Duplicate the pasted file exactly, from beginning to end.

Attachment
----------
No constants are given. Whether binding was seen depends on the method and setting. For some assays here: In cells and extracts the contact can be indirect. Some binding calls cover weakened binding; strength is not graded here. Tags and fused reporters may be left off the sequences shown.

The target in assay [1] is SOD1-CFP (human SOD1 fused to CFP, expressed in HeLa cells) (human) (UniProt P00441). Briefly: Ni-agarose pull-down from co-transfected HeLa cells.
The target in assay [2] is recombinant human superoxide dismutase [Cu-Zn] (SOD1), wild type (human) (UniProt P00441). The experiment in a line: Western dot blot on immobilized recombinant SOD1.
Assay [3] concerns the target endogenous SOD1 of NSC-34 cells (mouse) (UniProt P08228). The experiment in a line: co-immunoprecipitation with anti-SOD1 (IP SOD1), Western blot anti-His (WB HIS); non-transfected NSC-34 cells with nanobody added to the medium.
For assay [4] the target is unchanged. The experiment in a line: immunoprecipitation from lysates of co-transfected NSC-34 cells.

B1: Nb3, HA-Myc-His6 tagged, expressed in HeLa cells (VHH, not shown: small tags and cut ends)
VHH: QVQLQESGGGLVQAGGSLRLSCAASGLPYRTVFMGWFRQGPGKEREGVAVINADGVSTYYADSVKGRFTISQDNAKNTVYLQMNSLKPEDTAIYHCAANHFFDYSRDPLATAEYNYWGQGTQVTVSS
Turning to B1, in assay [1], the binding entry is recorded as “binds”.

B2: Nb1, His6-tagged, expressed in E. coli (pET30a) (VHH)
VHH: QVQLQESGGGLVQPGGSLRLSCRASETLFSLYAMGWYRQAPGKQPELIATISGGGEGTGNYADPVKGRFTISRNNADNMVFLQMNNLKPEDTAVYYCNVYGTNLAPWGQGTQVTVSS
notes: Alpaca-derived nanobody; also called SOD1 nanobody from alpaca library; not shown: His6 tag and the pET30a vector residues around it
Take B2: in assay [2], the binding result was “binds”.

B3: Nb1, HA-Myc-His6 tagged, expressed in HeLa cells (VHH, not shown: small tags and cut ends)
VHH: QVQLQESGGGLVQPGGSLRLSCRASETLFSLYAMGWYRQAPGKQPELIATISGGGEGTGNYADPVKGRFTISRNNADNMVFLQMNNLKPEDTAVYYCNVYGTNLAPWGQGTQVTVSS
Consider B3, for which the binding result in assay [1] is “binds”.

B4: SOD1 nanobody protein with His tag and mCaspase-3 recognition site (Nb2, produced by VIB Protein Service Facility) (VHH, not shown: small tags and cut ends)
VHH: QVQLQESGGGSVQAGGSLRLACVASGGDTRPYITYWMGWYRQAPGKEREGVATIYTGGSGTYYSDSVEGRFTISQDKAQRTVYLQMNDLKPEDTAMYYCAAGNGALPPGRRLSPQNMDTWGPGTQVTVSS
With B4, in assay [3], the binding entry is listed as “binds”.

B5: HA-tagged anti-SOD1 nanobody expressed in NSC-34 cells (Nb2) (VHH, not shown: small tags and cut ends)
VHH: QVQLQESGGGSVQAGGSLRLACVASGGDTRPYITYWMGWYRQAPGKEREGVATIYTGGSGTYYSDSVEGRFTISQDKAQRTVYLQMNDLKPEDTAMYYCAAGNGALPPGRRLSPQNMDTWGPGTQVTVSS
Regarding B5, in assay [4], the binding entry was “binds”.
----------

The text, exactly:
No constants are given. Whether binding was seen depends on the method and setting. For some assays here: In cells and extracts the contact can be indirect. Some binding calls cover weakened binding; strength is not graded here. Tags and fused reporters may be left off the sequences shown.

The target in assay [1] is SOD1-CFP (human SOD1 fused to CFP, expressed in HeLa cells) (human) (UniProt P00441). Briefly: Ni-agarose pull-down from co-transfected HeLa cells.
The target in assay [2] is recombinant human superoxide dismutase [Cu-Zn] (SOD1), wild type (human) (UniProt P00441). The experiment in a line: Western dot blot on immobilized recombinant SOD1.
Assay [3] concerns the target endogenous SOD1 of NSC-34 cells (mouse) (UniProt P08228). The experiment in a line: co-immunoprecipitation with anti-SOD1 (IP SOD1), Western blot anti-His (WB HIS); non-transfected NSC-34 cells with nanobody added to the medium.
For assay [4] the target is unchanged. The experiment in a line: immunoprecipitation from lysates of co-transfected NSC-34 cells.

B1: Nb3, HA-Myc-His6 tagged, expressed in HeLa cells (VHH, not shown: small tags and cut ends)
VHH: QVQLQESGGGLVQAGGSLRLSCAASGLPYRTVFMGWFRQGPGKEREGVAVINADGVSTYYADSVKGRFTISQDNAKNTVYLQMNSLKPEDTAIYHCAANHFFDYSRDPLATAEYNYWGQGTQVTVSS
Turning to B1, in assay [1], the binding entry is recorded as “binds”.

B2: Nb1, His6-tagged, expressed in E. coli (pET30a) (VHH)
VHH: QVQLQESGGGLVQPGGSLRLSCRASETLFSLYAMGWYRQAPGKQPELIATISGGGEGTGNYADPVKGRFTISRNNADNMVFLQMNNLKPEDTAVYYCNVYGTNLAPWGQGTQVTVSS
notes: Alpaca-derived nanobody; also called SOD1 nanobody from alpaca library; not shown: His6 tag and the pET30a vector residues around it
Take B2: in assay [2], the binding result was “binds”.

B3: Nb1, HA-Myc-His6 tagged, expressed in HeLa cells (VHH, not shown: small tags and cut ends)
VHH: QVQLQESGGGLVQPGGSLRLSCRASETLFSLYAMGWYRQAPGKQPELIATISGGGEGTGNYADPVKGRFTISRNNADNMVFLQMNNLKPEDTAVYYCNVYGTNLAPWGQGTQVTVSS
Consider B3, for which the binding result in assay [1] is “binds”.

B4: SOD1 nanobody protein with His tag and mCaspase-3 recognition site (Nb2, produced by VIB Protein Service Facility) (VHH, not shown: small tags and cut ends)
VHH: QVQLQESGGGSVQAGGSLRLACVASGGDTRPYITYWMGWYRQAPGKEREGVATIYTGGSGTYYSDSVEGRFTISQDKAQRTVYLQMNDLKPEDTAMYYCAAGNGALPPGRRLSPQNMDTWGPGTQVTVSS
With B4, in assay [3], the binding entry is listed as “binds”.

B5: HA-tagged anti-SOD1 nanobody expressed in NSC-34 cells (Nb2) (VHH, not shown: small tags and cut ends)
VHH: QVQLQESGGGSVQAGGSLRLACVASGGDTRPYITYWMGWYRQAPGKEREGVATIYTGGSGTYYSDSVEGRFTISQDKAQRTVYLQMNDLKPEDTAMYYCAAGNGALPPGRRLSPQNMDTWGPGTQVTVSS
Regarding B5, in assay [4], the binding entry was “binds”.